Rules for Donating a Car

by Mike Gonyea

Donating a car to a charitable organization can contribute to the economic well-being of the community. As an added bonus, your good deed might make you eligible for a tax deduction. If you want to get the maximum allowable deduction, however, you need to follow the rules.

Changing Rules

There was a time when donating a used vehicle to a charity was a piece of cake. All you had to do was call the charity, have them pick up the vehicle and get a receipt for your donation. If you wanted to take a tax deduction, it was simple enough to look up the car's fair market value -- an estimate of the price a willing buyer can purchase property from a willing seller when neither is under any compulsion to buy or sell -- and include it in the itemized deductions section of your federal tax form. Because some unscrupulous taxpayers were writing off more than their vehicles were worth under the old system, lawmakers tightened the rules.

Choosing a Charity

Only donations made to qualified charitable organizations qualify for a deduction. The Internal Revenue Service maintains an up-to-date record of qualifying charities. IRS Publication 78 provides a list of such organizations. If you want to learn more about a charity before donating your car, you can contact the IRS Customer Account Services division for Tax Exempt and Government Entities. Just as selling a car to a private buyer, the charity is responsible for all paperwork involved in transferring ownership once you sign over the vehicle's title. While you may assist the charity in obtaining the new title, license plates and making sure the vehicle is roadworthy, it is ultimately their responsibility.

Intervening Use and Other Taxing Issues

It is important to note that the amount eligible for a tax deduction is no longer the fair market value of the vehicle but the value of the vehicle when the charity sells it. After it sells the vehicle, the charity will provide you with Form 1098-C which shows the amount of the sale and the maximum deduction you can take. The precise tax break can vary if extenuating circumstances are present. The new law has an "intervening use" exception. That is, if the charity decides to use the vehicle in its day-to-day operations before selling it, you can still claim the fair market value provided you have documentation to that effect. Additionally, even if the charity runs it into the ground, you can still claim a fair market value deduction.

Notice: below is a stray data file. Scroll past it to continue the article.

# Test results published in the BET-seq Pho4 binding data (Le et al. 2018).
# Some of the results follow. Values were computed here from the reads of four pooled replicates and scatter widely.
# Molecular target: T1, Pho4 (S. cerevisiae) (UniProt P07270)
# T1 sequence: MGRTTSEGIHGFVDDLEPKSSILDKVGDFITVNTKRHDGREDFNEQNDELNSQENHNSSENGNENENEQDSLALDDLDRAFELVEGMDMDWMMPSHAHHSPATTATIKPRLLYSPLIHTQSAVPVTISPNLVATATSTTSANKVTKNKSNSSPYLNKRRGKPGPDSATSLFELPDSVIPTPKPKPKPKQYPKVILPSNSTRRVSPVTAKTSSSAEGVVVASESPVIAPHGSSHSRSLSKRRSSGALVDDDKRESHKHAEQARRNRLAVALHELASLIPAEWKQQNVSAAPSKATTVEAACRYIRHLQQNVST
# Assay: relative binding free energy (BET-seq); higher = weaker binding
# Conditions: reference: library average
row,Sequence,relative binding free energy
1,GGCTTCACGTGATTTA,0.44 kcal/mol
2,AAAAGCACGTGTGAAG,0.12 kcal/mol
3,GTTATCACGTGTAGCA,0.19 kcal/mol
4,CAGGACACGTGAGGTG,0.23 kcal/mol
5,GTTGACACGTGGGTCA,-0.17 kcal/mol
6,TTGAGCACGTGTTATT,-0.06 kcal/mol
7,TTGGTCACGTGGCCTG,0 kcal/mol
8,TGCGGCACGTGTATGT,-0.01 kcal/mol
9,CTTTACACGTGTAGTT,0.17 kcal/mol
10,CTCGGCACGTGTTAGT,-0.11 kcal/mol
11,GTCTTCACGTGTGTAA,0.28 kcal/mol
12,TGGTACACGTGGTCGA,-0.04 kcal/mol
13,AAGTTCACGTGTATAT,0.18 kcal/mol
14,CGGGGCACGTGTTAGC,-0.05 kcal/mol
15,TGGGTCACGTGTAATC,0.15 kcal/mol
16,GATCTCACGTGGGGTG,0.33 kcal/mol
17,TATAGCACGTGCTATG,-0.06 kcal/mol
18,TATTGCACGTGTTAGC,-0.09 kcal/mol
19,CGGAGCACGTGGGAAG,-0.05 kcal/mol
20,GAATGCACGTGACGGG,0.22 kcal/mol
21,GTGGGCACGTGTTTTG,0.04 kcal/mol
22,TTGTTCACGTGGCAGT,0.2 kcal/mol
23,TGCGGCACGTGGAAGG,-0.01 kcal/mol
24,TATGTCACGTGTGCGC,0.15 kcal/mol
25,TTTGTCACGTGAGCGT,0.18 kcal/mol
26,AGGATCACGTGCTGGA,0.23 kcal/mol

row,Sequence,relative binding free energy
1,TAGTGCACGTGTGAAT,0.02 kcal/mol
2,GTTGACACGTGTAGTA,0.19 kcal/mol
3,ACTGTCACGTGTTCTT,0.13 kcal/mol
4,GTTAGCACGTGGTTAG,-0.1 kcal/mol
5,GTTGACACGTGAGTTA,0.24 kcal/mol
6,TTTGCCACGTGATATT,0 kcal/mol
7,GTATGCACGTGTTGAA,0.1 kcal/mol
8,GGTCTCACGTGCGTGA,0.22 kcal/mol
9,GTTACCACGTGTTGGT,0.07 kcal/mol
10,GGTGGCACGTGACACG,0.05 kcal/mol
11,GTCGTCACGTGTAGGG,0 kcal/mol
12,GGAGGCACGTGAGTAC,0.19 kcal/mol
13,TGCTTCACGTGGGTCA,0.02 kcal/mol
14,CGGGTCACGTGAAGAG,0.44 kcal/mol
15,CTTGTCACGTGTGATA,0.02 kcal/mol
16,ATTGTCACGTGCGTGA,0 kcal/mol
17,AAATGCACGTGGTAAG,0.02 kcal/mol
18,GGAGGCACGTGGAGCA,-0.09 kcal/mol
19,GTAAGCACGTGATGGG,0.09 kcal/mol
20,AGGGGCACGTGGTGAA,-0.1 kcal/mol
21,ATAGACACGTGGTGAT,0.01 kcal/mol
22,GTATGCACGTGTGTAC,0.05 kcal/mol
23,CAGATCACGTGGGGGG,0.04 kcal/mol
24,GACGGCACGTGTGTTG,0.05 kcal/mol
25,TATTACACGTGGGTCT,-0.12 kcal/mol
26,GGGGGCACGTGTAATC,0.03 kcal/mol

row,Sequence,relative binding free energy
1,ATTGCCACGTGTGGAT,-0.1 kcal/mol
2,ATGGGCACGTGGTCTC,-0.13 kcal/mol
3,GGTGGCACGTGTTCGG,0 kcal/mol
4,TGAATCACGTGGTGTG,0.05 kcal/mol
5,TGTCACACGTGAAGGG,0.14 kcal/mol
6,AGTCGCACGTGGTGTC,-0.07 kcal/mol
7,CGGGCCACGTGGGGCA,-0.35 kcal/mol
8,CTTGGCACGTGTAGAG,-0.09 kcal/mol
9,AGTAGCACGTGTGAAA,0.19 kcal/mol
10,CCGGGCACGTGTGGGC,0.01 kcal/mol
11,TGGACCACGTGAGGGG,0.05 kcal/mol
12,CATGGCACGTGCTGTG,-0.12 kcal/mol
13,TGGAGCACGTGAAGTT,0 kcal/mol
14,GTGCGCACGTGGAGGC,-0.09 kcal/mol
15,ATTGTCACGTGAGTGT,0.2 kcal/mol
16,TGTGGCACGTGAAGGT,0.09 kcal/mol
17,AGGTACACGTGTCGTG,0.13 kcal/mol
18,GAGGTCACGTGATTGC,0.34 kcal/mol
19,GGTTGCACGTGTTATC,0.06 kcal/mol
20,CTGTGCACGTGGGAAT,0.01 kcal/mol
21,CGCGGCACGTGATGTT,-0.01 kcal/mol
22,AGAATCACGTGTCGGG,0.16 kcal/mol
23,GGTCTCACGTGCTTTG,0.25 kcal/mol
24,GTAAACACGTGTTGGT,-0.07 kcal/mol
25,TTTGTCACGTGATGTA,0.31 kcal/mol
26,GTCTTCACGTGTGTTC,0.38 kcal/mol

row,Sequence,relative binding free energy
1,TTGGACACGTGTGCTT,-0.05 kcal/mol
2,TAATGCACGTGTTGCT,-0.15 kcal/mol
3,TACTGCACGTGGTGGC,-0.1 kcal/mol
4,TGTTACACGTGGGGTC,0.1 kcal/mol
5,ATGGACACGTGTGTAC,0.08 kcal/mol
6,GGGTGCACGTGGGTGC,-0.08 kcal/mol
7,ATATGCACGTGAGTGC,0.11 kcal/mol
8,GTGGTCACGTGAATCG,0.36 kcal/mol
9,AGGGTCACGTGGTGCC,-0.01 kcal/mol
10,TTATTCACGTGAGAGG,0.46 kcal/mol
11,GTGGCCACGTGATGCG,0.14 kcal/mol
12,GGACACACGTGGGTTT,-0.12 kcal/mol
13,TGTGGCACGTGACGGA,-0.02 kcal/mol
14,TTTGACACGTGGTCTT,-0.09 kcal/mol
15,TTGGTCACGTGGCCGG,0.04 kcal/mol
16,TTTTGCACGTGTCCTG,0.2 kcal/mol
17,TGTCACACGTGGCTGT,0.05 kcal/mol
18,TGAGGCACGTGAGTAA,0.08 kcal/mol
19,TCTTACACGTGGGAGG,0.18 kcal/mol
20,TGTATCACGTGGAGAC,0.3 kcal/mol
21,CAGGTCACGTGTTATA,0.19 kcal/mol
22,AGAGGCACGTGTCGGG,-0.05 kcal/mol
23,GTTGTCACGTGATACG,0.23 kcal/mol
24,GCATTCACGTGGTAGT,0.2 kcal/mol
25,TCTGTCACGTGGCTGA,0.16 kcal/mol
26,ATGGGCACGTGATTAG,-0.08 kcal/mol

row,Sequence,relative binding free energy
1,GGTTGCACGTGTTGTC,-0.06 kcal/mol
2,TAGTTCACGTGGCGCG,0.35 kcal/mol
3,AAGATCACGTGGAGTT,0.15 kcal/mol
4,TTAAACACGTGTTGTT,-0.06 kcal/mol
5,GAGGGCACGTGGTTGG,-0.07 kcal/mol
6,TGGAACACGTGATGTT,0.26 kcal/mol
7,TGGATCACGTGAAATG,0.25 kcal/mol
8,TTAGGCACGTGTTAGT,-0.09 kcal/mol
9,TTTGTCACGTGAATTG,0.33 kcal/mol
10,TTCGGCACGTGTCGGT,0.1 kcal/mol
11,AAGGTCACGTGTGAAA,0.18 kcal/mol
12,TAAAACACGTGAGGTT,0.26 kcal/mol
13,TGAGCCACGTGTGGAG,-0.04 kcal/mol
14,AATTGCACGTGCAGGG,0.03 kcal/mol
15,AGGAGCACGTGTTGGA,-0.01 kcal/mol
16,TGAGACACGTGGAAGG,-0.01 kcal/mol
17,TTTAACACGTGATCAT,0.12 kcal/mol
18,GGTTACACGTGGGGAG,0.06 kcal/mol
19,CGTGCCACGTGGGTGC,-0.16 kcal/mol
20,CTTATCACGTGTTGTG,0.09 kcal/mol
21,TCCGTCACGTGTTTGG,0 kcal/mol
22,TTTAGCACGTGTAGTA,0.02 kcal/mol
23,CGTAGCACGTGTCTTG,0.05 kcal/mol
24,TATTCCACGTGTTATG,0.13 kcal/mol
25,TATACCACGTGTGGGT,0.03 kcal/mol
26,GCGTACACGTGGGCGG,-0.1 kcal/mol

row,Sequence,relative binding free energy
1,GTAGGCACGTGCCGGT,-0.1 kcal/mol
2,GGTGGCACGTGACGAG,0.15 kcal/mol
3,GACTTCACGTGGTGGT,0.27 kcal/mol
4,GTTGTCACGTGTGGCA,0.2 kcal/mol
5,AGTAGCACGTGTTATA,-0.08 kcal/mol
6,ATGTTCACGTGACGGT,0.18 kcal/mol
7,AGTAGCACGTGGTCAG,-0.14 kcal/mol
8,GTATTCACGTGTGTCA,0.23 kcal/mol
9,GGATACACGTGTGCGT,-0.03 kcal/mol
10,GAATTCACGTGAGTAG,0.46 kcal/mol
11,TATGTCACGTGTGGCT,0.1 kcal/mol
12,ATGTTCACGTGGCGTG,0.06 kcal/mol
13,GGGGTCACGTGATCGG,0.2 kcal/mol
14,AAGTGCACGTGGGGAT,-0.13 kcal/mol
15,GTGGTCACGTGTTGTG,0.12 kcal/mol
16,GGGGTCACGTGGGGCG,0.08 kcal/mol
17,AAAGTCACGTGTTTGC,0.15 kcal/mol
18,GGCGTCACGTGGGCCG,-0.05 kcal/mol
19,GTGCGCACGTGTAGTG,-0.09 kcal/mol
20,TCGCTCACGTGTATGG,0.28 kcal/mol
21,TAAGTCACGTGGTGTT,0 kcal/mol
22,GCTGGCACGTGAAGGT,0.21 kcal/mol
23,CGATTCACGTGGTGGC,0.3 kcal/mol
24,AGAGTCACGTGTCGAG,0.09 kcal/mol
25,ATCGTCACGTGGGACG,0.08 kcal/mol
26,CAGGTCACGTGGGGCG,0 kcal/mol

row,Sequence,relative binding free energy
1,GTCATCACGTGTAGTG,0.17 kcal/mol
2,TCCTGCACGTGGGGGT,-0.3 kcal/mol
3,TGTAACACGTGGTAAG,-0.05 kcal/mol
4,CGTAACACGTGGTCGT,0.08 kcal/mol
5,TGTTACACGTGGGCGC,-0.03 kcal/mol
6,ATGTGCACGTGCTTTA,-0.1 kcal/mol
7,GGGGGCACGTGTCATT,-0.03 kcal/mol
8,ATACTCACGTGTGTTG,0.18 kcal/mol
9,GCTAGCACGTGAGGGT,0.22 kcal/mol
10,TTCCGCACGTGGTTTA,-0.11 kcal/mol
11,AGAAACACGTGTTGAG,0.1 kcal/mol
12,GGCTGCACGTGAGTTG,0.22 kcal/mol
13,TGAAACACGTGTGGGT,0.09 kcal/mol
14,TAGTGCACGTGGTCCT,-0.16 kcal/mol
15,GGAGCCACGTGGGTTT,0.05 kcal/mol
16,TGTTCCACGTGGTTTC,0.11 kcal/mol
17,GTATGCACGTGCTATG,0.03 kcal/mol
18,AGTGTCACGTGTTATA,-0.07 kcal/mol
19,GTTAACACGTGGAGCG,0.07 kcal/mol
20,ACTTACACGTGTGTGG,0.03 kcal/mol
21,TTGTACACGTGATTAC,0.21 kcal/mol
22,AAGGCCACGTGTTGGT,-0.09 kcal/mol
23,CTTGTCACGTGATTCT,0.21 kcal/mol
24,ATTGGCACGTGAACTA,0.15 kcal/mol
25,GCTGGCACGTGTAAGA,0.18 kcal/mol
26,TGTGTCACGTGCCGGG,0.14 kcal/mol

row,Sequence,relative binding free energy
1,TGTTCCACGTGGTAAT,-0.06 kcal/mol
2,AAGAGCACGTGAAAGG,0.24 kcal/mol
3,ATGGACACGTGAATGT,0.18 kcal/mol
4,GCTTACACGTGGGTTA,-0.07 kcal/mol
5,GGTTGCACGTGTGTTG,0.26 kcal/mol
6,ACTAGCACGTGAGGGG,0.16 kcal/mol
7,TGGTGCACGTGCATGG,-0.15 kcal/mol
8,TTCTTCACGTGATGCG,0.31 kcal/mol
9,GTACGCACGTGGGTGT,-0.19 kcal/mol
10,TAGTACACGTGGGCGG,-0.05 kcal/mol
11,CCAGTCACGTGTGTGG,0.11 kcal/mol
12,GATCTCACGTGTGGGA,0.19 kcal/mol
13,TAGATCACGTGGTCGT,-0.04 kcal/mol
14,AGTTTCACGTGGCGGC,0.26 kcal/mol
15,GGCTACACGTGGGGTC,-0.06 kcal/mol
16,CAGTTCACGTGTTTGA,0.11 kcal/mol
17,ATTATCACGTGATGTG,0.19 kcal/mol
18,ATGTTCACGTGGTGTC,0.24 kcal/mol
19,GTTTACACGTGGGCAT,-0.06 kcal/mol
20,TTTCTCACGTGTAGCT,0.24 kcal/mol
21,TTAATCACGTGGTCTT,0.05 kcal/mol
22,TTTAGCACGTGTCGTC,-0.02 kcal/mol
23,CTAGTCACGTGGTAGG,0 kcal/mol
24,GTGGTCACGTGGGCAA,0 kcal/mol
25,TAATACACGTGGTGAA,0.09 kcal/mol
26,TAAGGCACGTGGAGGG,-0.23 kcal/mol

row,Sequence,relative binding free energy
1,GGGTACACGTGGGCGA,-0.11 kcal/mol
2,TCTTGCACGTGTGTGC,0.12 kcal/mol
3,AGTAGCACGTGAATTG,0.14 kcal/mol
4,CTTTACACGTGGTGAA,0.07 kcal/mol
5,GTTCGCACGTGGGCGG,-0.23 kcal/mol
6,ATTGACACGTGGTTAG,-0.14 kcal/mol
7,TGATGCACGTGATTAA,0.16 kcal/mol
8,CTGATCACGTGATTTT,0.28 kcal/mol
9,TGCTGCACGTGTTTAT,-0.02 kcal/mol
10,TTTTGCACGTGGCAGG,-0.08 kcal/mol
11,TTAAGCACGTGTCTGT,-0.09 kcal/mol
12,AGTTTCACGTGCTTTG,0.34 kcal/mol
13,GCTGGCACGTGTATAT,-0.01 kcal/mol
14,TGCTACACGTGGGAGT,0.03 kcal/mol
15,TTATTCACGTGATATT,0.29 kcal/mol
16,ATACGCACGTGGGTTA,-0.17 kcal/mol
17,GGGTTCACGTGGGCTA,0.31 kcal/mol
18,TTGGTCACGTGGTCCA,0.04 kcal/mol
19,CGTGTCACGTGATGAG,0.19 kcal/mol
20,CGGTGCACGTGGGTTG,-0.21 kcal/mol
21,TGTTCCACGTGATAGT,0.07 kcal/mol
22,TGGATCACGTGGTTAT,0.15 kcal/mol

Applying General Tax Laws

If you donate a car that has a fair market value of at least $500, and the charity decides to dump it for a price significantly below market value, or if it gives the vehicle away to a needy person, you can still deduct the vehicle's "blue book" value. The IRS says this larger deduction allowance is allowed as long as it's done to further the charity's mission of helping a disadvantaged person. If the deduction you are claiming for a donated car is greater than $500, you must complete Section A of Form 8283. If the deduction you are claiming is greater than $5,000, you must get a written appraisal of your car from a qualified appraiser no more than 60 days before making the donation. Of course, the general tax laws regarding all charitable gifts still apply, and make sure the charity is a reputable, tax-qualified organization.

About the Author

Mike Gonyea served as an account manager and strategic planner at a Detroit advertising agency for 20 years. He has covered automotive finance, state and local government and interfaith issues for publications and websites including “The Detroit News,” American Thinker and A Common Word.

Photo Credits

  • Ridofranz/iStock/Getty Images